Survey and Scales

  • Surveys and Scales

PART 1:

Use the Internet to search for examples of surveys and scales with applications to counseling service delivery. One way to do this is to enter search engine key words such as “surveys and scales for family therapy.” Pay particular attention to the reliability and validity properties mentioned in relationship to the scale or survey identified.

In your initial post, describe the surveys and scales you found and analyze and critique them. For each survey or scale you find on a Web site, include the following information:

  • URL of the Web site.
  • Name of the survey or site sponsor.
  • Intended audience for survey.
  • Aim of the survey—What the survey measures.
  • Scoring system—How the survey is scored.
  • Critique of the instrument, discussing its validity and reliability and how it was used in the practice of family therapy.

In addition, post your answer to the following question: How could you use surveys in a research proposal of your own?

Your initial post must be at least 250 words in length, not counting the reference list or a repetition of the discussion topic. Cite your sources in APA 6th edition format.

  • Response Guidelines

PART 2:

Respond to the initial post of at least one other learner and critique his or her survey evaluations. Note any problems dealing with norming, validity, or reliability. Your response should be at least 150 words in length and contain at least one reference to a journal article. Cite your sources in APA 6th edition format.

A survey can be defined as a brief interview or discussion with individuals about a specific topic where information is collected (Sprenkle & Piercy, 2005).  Scales are types of measurements planned to reflect patterns in data collected (Greenstein & Davis, 2013).

The following is a scale indicated through an Internet search utilizing key words surveys and scales for family therapy.  The marital disillusionment scale (MDS).

URL of the Web site:  www.freepatentsonline.com/article/North…/159922637.html

Name of the survey or site sponsor: The name of survey is marital disillusionment scale

Intended audience for survey: The intended audience is social scientists and family therapists

Aim of the survey: The scale directly measures a sense of disillusionment in marriage at one point in time and investigates the causes of marital unhappiness and instability as a way to predict and foresee divorce.

Scoring system:  The scale was measured using Likert scale with 16 statements on a 5 point scale, 1 = Extremely disagree and 5 = Extremely agree. An average score was computed, with higher values indicating a greater sense of disillusionment

The measures used to assess the reliability and validity of the MDS were previously pilot tested.  The Changes in Love Scale, Changes in Ambivalence Scale, Changes in Affectionate Expression Scale, and the Kansas Marital Satisfaction Scale were highly reliable. In order to assess the validity of the MDS, the Love and Ambivalence subscales of Braiker and Kelley’s Relationship Questionnaire was adapted for use in the study.  The scale was adapted to assess perceived change over time in feelings of love and ambivalence. This scale was useful in family therapy as it could help aid married couples seeking to identify trouble points in their relationships and with the information work toward improving their relationships.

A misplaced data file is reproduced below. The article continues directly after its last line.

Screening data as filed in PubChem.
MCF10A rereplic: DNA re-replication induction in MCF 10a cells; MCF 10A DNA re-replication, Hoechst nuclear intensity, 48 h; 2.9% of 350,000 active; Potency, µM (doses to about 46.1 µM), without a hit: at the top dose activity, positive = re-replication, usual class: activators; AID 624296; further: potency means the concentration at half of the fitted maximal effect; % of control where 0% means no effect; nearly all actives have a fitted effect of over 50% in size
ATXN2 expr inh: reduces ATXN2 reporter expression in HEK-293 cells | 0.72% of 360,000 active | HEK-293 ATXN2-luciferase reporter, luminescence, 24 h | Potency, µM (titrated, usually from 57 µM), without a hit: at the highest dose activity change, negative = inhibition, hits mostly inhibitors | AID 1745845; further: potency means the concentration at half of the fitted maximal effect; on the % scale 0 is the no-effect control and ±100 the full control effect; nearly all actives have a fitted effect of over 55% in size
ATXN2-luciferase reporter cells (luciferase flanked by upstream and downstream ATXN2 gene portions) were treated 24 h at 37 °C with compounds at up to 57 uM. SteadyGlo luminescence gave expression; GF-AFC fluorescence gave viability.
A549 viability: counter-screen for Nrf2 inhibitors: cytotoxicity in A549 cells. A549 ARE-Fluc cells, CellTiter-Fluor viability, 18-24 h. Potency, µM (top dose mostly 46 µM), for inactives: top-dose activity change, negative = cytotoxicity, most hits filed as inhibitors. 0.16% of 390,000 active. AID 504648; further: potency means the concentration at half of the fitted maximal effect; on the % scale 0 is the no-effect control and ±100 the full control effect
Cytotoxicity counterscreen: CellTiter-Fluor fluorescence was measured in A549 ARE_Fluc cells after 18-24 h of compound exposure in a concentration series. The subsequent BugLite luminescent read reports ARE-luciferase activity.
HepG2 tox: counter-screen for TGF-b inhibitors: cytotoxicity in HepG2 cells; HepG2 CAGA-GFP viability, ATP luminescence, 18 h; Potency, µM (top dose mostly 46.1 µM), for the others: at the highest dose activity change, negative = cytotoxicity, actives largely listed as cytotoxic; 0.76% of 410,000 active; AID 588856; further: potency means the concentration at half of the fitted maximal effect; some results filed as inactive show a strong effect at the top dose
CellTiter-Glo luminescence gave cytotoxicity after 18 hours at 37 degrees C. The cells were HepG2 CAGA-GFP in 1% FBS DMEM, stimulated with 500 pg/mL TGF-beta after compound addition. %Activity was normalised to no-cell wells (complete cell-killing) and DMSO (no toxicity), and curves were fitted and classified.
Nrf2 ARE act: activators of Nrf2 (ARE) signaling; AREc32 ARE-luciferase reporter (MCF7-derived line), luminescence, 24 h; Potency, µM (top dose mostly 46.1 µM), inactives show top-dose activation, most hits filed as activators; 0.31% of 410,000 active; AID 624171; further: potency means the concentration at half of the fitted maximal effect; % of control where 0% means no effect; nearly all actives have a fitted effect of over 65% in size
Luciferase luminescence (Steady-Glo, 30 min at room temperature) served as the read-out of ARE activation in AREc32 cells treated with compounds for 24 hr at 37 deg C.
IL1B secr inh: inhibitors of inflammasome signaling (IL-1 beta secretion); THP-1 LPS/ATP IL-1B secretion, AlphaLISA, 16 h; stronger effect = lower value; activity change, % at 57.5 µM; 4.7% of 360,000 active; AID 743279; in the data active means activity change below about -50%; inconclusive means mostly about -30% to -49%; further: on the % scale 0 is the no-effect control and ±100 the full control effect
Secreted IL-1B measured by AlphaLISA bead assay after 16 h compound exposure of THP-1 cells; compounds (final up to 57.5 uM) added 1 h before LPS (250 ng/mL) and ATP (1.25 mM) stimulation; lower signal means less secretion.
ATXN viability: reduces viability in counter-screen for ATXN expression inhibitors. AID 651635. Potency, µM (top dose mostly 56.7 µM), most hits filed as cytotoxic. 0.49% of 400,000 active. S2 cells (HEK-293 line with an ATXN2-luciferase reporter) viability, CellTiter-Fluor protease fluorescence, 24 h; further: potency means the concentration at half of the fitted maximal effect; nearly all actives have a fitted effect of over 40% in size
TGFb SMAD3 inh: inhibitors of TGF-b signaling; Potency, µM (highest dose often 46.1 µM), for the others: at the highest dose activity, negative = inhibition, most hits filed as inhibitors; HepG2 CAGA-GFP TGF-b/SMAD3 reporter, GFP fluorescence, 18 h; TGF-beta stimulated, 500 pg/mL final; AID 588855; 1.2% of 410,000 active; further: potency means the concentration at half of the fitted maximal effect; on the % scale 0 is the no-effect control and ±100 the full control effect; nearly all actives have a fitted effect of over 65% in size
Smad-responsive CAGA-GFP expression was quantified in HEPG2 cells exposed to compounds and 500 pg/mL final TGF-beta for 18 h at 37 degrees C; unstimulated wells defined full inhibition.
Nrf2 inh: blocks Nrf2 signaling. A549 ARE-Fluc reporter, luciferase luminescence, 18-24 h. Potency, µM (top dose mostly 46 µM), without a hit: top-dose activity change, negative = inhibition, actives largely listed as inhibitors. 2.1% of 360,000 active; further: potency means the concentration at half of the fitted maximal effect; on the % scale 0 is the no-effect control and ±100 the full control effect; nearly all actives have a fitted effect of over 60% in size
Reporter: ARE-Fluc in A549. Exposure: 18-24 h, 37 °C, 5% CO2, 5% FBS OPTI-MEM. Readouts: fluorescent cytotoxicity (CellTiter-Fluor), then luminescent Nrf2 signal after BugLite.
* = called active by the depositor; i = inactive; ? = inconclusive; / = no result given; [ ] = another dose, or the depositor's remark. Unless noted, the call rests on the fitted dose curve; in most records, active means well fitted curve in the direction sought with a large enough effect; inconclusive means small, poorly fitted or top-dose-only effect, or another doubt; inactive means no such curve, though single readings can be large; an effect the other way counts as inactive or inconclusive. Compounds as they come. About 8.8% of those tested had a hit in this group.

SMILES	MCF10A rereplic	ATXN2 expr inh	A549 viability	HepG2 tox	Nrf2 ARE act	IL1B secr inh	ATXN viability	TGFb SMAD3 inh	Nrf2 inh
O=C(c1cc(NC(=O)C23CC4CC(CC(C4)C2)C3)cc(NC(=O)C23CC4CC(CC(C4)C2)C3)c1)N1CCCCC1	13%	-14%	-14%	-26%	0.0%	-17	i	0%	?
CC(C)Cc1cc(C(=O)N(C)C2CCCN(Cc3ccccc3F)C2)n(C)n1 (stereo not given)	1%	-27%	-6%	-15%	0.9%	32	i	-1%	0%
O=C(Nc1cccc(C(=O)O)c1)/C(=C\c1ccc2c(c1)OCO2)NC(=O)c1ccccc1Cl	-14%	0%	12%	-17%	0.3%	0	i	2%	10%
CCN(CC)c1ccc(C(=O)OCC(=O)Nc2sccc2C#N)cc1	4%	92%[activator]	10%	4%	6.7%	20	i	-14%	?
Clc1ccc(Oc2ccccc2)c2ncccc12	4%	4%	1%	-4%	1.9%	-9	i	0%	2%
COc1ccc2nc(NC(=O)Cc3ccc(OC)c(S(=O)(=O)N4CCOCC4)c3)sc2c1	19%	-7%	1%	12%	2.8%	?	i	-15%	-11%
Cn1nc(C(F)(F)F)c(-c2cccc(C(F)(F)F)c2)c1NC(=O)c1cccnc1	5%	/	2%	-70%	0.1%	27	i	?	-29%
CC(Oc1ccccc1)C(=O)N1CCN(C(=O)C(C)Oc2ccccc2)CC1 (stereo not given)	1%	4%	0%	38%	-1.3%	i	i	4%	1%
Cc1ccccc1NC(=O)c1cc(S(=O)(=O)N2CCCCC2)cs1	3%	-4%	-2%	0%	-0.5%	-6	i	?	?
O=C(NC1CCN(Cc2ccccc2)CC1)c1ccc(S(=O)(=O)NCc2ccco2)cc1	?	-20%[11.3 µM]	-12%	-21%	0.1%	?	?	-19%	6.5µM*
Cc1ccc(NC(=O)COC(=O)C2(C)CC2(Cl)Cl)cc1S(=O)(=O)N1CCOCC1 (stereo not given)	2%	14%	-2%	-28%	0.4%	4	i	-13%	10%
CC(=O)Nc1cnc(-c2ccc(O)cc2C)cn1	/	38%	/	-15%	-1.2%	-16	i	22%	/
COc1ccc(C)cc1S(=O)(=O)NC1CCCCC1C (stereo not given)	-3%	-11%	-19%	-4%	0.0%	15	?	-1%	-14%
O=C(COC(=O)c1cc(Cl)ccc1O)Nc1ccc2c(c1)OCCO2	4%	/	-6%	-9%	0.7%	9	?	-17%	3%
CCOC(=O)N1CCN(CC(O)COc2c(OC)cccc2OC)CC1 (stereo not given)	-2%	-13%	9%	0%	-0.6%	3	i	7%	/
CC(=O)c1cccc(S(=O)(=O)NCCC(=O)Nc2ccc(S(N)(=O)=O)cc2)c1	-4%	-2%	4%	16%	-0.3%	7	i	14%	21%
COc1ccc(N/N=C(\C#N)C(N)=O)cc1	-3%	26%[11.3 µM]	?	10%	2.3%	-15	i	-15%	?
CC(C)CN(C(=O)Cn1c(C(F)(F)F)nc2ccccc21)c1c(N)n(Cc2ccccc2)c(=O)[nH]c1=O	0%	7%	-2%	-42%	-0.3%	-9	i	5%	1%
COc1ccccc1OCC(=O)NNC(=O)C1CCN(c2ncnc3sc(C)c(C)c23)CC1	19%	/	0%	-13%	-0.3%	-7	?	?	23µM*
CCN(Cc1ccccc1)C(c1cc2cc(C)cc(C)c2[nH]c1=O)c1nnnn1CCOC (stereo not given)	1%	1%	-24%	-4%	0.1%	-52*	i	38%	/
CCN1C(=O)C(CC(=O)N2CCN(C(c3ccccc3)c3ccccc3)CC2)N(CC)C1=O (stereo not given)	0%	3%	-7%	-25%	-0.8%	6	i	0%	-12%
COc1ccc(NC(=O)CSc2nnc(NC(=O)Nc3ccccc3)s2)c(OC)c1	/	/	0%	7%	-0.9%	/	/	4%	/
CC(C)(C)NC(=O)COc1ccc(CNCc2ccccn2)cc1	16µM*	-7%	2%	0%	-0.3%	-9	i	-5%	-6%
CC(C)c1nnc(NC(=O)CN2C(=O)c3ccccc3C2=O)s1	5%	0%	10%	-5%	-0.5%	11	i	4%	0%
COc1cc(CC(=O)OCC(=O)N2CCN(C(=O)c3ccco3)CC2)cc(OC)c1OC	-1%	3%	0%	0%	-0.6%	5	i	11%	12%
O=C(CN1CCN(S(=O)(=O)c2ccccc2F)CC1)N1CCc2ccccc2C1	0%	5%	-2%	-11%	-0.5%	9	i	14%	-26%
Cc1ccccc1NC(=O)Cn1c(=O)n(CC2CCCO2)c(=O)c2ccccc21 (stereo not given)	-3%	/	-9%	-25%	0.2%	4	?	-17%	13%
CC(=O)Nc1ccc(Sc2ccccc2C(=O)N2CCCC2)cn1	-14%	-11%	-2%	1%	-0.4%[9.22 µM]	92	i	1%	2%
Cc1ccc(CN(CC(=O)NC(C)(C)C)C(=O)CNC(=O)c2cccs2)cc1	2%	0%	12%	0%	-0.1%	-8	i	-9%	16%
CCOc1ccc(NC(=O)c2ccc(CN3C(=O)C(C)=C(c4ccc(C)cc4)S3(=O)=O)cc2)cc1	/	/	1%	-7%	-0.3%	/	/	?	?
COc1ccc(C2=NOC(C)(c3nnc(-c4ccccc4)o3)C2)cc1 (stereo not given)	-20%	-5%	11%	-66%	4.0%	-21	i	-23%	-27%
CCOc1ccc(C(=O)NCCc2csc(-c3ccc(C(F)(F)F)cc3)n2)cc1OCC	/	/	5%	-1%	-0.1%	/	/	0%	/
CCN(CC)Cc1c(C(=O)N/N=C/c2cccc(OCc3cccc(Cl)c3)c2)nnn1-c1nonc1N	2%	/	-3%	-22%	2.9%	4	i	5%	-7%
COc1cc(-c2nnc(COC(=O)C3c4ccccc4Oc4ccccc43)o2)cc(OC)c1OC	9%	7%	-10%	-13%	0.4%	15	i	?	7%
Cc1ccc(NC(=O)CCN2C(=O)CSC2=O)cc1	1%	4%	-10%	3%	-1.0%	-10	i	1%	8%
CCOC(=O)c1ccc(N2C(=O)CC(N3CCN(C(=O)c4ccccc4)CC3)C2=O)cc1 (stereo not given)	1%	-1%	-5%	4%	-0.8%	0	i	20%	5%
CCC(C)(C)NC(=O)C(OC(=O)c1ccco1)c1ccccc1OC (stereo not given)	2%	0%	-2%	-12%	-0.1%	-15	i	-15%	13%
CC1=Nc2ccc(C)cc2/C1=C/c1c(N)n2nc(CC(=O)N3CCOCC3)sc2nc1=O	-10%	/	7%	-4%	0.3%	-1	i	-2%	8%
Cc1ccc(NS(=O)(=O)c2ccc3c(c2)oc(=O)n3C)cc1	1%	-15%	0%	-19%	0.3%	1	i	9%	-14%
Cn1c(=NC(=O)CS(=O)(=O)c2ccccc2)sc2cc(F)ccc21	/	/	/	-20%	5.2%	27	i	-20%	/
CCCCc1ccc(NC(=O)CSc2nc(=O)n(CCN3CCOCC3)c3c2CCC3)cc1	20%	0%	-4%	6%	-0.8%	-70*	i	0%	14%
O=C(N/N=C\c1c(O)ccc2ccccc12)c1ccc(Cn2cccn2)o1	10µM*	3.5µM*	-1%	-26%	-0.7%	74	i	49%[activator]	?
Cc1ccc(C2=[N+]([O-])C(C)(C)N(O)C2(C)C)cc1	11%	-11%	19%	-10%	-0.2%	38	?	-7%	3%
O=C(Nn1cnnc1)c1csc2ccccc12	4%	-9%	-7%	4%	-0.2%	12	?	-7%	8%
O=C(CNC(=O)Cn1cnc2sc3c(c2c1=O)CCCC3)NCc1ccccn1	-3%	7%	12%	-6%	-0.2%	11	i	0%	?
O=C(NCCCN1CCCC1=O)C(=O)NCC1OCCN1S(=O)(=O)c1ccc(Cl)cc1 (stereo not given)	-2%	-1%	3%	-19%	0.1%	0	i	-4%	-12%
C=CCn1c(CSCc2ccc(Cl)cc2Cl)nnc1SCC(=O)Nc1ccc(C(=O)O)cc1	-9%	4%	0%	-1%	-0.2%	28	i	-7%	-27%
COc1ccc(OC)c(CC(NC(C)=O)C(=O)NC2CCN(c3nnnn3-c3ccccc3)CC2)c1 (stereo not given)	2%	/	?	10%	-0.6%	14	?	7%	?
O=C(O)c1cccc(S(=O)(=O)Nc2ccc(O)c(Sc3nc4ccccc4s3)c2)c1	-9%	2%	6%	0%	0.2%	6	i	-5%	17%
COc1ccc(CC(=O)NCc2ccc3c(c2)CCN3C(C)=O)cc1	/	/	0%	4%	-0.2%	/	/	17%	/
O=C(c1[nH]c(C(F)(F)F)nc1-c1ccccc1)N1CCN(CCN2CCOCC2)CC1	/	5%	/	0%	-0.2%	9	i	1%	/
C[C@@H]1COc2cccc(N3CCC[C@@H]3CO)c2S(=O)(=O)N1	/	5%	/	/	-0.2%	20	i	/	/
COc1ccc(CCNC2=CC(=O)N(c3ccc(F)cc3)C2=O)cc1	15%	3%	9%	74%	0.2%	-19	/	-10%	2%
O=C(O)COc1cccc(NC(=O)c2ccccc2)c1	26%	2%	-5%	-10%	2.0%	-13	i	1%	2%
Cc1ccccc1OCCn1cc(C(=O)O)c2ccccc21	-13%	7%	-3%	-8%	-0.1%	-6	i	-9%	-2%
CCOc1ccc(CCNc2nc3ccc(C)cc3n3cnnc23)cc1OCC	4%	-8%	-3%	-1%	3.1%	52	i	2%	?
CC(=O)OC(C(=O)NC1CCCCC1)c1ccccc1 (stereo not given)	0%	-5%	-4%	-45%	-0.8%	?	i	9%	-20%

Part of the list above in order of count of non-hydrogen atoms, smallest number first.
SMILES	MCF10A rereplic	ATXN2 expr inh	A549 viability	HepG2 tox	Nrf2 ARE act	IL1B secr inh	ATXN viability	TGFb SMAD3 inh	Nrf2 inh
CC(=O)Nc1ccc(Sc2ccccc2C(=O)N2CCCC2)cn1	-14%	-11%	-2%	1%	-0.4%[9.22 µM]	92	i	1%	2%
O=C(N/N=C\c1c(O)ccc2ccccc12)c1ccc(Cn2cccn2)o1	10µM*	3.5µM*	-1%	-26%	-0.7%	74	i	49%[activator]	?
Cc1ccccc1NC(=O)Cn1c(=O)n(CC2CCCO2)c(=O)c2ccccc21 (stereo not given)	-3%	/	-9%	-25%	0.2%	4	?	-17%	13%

The following is the survey indicated through an Internet search utilizing key words surveys and scales for family therapy.

URL of the Web site: http://thenadd.org/modal/bulletins/v12n4a1~.htm

Name of the survey or site sponsor: Association for Persons with Developmental Disabilities and Mental Health needs

Intended audience for survey: Family therapy professionals

Aim of the survey: To investigate level of resources and support for families with children with disabilities (CWD) simultaneously diagnosed with a mental health condition versus families with CWD having no co-occurring diagnoses

Scoring system:  The survey packet contained a demographic questionnaire, the Family Resource Scale, the Caregiver Strain Questionnaire, and the Family Crisis Oriented Personal Scales. Independent samples t-test was used to score the surveys.

Critique of the instrument: The Family Resource Scale consisted of 30 questions. The FRS was found to have good internal reliability with a Cronbach’s alpha of .92. The Caregiver Strain Questionnaire included 21 items that assess three dimensions of caregiver strain. The three subscales have good internal reliability with alpha coefficients ranging from .73 to .91. The Family Crisis Oriented Personal Scales included 30 items designed to assess and identify problem solving, coping attitudes, and behavioral strategies.  Each item is measured on a five-point scale ranging from (1) strongly disagree to (5) strongly agree. The F-COPES was found to have good internal reliability with a Cronbach’s alpha of .87.

The ability to understand and utilize surveys and scales is vital in family therapy practices.  The use of surveys is an important method of data collection and is a widely used method.  Although surveys are useful in research, it requires careful planning, flexibility and thoughtful execution to avoid interview bias and establish high reliability and validity (Phillips, 2015).

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